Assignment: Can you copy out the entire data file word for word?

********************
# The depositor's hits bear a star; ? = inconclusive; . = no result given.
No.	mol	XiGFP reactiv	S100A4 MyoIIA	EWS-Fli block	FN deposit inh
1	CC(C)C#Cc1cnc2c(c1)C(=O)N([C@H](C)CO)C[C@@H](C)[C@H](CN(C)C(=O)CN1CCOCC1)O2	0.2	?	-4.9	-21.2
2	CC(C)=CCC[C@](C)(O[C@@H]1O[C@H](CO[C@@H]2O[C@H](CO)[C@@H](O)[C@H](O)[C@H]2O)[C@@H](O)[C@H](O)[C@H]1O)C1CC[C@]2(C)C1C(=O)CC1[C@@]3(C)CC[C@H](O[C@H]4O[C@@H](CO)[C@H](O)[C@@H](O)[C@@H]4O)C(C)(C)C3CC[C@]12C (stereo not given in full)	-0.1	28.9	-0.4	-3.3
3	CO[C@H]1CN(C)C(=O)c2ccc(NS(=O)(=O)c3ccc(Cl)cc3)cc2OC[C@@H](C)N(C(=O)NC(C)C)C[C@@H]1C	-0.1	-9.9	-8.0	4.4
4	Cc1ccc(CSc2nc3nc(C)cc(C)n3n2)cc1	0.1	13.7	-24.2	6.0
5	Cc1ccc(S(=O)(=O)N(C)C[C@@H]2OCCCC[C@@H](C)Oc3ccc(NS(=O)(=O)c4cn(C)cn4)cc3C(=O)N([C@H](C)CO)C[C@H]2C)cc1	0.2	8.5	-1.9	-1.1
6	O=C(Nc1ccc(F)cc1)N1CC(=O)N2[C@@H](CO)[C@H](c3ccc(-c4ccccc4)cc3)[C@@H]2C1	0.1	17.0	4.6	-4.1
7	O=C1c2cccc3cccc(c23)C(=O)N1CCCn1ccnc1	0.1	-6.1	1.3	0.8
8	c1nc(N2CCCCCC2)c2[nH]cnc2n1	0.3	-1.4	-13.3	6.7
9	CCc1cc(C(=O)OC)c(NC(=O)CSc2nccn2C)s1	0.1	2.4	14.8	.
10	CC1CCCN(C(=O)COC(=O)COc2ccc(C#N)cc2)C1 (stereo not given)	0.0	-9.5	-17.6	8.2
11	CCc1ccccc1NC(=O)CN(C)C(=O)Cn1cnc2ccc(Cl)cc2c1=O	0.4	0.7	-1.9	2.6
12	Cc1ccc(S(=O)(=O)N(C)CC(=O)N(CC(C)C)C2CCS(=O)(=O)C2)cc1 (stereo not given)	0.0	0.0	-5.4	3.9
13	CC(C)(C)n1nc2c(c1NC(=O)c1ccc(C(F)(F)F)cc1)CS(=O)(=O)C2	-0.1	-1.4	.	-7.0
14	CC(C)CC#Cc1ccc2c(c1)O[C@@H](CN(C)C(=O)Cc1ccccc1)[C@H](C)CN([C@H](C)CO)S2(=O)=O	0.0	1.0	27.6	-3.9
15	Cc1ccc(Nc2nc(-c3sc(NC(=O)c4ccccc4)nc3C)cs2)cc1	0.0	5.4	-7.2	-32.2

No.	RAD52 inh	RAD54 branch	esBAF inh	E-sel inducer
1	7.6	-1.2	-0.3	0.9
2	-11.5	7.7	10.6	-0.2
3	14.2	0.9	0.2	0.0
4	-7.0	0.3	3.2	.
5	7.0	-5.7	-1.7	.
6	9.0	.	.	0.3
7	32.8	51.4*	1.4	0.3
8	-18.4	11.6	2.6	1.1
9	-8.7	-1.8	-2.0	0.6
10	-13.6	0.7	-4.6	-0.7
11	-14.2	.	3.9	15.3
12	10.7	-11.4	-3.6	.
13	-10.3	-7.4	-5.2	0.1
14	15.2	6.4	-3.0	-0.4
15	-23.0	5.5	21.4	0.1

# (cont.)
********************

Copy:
# The depositor's hits bear a star; ? = inconclusive; . = no result given.
No.	mol	XiGFP reactiv	S100A4 MyoIIA	EWS-Fli block	FN deposit inh
1	CC(C)C#Cc1cnc2c(c1)C(=O)N([C@H](C)CO)C[C@@H](C)[C@H](CN(C)C(=O)CN1CCOCC1)O2	0.2	?	-4.9	-21.2
2	CC(C)=CCC[C@](C)(O[C@@H]1O[C@H](CO[C@@H]2O[C@H](CO)[C@@H](O)[C@H](O)[C@H]2O)[C@@H](O)[C@H](O)[C@H]1O)C1CC[C@]2(C)C1C(=O)CC1[C@@]3(C)CC[C@H](O[C@H]4O[C@@H](CO)[C@H](O)[C@@H](O)[C@@H]4O)C(C)(C)C3CC[C@]12C (stereo not given in full)	-0.1	28.9	-0.4	-3.3
3	CO[C@H]1CN(C)C(=O)c2ccc(NS(=O)(=O)c3ccc(Cl)cc3)cc2OC[C@@H](C)N(C(=O)NC(C)C)C[C@@H]1C	-0.1	-9.9	-8.0	4.4
4	Cc1ccc(CSc2nc3nc(C)cc(C)n3n2)cc1	0.1	13.7	-24.2	6.0
5	Cc1ccc(S(=O)(=O)N(C)C[C@@H]2OCCCC[C@@H](C)Oc3ccc(NS(=O)(=O)c4cn(C)cn4)cc3C(=O)N([C@H](C)CO)C[C@H]2C)cc1	0.2	8.5	-1.9	-1.1
6	O=C(Nc1ccc(F)cc1)N1CC(=O)N2[C@@H](CO)[C@H](c3ccc(-c4ccccc4)cc3)[C@@H]2C1	0.1	17.0	4.6	-4.1
7	O=C1c2cccc3cccc(c23)C(=O)N1CCCn1ccnc1	0.1	-6.1	1.3	0.8
8	c1nc(N2CCCCCC2)c2[nH]cnc2n1	0.3	-1.4	-13.3	6.7
9	CCc1cc(C(=O)OC)c(NC(=O)CSc2nccn2C)s1	0.1	2.4	14.8	.
10	CC1CCCN(C(=O)COC(=O)COc2ccc(C#N)cc2)C1 (stereo not given)	0.0	-9.5	-17.6	8.2
11	CCc1ccccc1NC(=O)CN(C)C(=O)Cn1cnc2ccc(Cl)cc2c1=O	0.4	0.7	-1.9	2.6
12	Cc1ccc(S(=O)(=O)N(C)CC(=O)N(CC(C)C)C2CCS(=O)(=O)C2)cc1 (stereo not given)	0.0	0.0	-5.4	3.9
13	CC(C)(C)n1nc2c(c1NC(=O)c1ccc(C(F)(F)F)cc1)CS(=O)(=O)C2	-0.1	-1.4	.	-7.0
14	CC(C)CC#Cc1ccc2c(c1)O[C@@H](CN(C)C(=O)Cc1ccccc1)[C@H](C)CN([C@H](C)CO)S2(=O)=O	0.0	1.0	27.6	-3.9
15	Cc1ccc(Nc2nc(-c3sc(NC(=O)c4ccccc4)nc3C)cs2)cc1	0.0	5.4	-7.2	-32.2

No.	RAD52 inh	RAD54 branch	esBAF inh	E-sel inducer
1	7.6	-1.2	-0.3	0.9
2	-11.5	7.7	10.6	-0.2
3	14.2	0.9	0.2	0.0
4	-7.0	0.3	3.2	.
5	7.0	-5.7	-1.7	.
6	9.0	.	.	0.3
7	32.8	51.4*	1.4	0.3
8	-18.4	11.6	2.6	1.1
9	-8.7	-1.8	-2.0	0.6
10	-13.6	0.7	-4.6	-0.7
11	-14.2	.	3.9	15.3
12	10.7	-11.4	-3.6	.
13	-10.3	-7.4	-5.2	0.1
14	15.2	6.4	-3.0	-0.4
15	-23.0	5.5	21.4	0.1

# (cont.)